Maureen introduces herself and shares what first went through her mind when she learned her father had Alzheimer's disease.
My name is Maureen Canright. I am a caregiver for my father who was diagnosed with Alzheimer’s about a year ago. I moved in with him last November, and it was a very difficult transition and experience initially until I fortunately got connected with Banner Alzheimer’s Institute, which I have gone through all of the programs, attended all of their outings, and have gained enormous confidence and education in this illness, and with both my father and his brother and my mother’s grandmother having Alzheimer’s, it’s very important for me to find all I can about it.
Well, actually it was almost a relief to find out what it was. It was difficult to diagnose. I don’t know that it was difficult to diagnose; I had a difficult time communicating with all of the myriad doctors that we had to see, and there’s not much information that’s provided to a caregiver or a family member from the doctor. You go and you see a neurologist who says, “Yes, you have Alzheimer’s,” and writes a little thing down and gives them a slip and says, “Yeah, come back in six months.”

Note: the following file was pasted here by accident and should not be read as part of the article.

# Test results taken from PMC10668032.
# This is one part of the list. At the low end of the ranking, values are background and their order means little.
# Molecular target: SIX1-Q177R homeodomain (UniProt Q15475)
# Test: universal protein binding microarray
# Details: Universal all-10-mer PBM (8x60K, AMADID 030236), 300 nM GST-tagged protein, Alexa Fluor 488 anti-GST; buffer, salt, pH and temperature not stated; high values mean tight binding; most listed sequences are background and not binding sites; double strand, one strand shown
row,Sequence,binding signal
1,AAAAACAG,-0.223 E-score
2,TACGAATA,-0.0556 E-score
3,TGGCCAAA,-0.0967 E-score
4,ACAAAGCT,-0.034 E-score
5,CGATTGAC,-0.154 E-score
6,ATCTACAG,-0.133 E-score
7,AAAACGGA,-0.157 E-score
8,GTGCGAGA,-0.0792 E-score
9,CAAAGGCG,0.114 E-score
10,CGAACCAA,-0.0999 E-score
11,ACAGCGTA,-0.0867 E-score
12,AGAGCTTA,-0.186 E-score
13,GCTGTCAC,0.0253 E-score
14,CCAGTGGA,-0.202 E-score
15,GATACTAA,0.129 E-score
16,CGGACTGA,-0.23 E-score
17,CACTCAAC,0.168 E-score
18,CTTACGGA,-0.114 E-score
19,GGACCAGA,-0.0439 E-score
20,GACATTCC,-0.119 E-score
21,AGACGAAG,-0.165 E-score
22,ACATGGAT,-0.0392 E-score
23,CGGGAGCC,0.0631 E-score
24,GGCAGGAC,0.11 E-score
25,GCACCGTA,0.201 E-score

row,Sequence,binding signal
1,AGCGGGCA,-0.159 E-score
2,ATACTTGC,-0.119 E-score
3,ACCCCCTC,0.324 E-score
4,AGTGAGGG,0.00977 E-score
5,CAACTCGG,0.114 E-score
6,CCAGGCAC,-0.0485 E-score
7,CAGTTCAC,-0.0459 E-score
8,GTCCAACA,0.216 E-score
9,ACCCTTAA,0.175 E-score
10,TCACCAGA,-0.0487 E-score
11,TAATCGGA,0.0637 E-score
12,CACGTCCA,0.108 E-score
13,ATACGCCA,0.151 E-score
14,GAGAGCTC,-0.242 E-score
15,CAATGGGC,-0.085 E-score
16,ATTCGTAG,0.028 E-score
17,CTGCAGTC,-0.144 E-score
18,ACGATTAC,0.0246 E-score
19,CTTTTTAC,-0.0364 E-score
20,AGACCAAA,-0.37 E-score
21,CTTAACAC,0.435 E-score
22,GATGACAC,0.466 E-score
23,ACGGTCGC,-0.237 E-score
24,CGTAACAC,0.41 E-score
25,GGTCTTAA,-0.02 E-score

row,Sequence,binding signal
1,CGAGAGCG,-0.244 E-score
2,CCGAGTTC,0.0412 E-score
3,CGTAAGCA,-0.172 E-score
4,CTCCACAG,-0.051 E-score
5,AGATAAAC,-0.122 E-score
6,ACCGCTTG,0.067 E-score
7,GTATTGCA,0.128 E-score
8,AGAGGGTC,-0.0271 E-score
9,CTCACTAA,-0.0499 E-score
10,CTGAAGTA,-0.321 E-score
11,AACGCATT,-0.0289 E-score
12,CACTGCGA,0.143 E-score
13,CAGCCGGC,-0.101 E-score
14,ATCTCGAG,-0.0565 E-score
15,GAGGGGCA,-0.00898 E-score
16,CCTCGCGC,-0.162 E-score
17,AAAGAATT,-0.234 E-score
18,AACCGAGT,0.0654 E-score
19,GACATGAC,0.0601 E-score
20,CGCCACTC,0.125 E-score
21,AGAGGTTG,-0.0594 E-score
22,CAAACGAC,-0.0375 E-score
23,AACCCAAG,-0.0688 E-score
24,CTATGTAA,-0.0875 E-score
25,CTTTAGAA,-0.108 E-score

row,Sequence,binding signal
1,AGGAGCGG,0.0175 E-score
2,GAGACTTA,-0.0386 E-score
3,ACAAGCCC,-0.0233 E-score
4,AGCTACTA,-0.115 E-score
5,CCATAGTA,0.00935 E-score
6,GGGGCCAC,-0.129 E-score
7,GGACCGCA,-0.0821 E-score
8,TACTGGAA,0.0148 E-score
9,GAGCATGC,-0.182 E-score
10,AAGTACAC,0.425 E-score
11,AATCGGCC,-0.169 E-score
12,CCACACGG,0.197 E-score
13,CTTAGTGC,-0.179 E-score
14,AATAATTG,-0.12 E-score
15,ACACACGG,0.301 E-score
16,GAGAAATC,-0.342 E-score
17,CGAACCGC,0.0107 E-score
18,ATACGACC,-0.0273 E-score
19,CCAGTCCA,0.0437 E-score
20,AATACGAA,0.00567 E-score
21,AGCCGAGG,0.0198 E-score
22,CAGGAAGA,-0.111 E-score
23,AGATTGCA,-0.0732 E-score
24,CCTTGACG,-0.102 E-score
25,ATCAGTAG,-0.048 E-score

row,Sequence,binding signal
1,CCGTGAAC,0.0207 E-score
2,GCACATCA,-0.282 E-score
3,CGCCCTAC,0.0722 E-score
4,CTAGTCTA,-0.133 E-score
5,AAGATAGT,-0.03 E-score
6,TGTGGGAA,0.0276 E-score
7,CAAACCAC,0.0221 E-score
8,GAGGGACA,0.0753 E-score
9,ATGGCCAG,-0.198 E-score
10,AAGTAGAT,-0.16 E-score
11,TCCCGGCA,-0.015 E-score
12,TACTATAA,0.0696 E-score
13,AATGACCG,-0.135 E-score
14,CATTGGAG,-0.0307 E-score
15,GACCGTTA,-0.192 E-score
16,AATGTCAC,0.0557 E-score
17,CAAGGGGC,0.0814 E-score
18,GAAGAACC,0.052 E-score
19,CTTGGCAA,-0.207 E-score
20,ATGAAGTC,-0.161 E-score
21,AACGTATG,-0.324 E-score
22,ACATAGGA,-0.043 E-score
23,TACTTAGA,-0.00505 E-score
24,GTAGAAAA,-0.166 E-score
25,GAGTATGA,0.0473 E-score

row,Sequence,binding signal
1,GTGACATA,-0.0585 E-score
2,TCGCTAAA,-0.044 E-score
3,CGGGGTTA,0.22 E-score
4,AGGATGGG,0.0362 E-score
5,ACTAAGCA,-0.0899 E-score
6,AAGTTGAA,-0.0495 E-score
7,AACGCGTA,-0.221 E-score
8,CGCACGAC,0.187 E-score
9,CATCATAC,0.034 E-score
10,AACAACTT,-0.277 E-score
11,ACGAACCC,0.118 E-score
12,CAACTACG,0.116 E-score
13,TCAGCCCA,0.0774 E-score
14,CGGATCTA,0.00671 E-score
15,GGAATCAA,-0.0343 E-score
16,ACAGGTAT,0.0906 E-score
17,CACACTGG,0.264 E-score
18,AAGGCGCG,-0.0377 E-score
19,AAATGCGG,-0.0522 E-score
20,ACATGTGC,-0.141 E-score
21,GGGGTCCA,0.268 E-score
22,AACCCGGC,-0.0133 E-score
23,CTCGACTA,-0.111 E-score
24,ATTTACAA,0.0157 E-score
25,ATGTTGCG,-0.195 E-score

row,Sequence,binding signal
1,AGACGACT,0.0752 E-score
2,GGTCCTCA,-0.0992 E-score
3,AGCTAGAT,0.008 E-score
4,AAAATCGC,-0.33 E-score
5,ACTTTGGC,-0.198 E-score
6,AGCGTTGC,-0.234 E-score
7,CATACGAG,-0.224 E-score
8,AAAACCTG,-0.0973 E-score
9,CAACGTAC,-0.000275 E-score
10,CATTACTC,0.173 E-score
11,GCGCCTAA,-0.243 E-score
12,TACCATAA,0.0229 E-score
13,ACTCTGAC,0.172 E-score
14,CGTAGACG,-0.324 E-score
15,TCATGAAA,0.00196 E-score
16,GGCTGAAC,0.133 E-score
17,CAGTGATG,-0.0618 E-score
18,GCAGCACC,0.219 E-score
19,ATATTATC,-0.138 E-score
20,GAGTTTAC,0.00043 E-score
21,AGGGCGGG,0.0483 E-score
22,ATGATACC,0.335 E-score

Well, that’s fine, but what do we do for six months? How do we live? How do we communicate? How do we talk? How do we live? And do it as gracefully as we can without constantly fighting. Number one lesson: Never argue with an Alzheimer’s patient.
But by the time you learn that, you have already had plenty of arguments because you don’t understand that it’s Alzheimer’s. You don’t understand that they are not getting it; you don’t understand that their short-term memory is gone and because they look normal and can act normal, sometimes you think it’s you.
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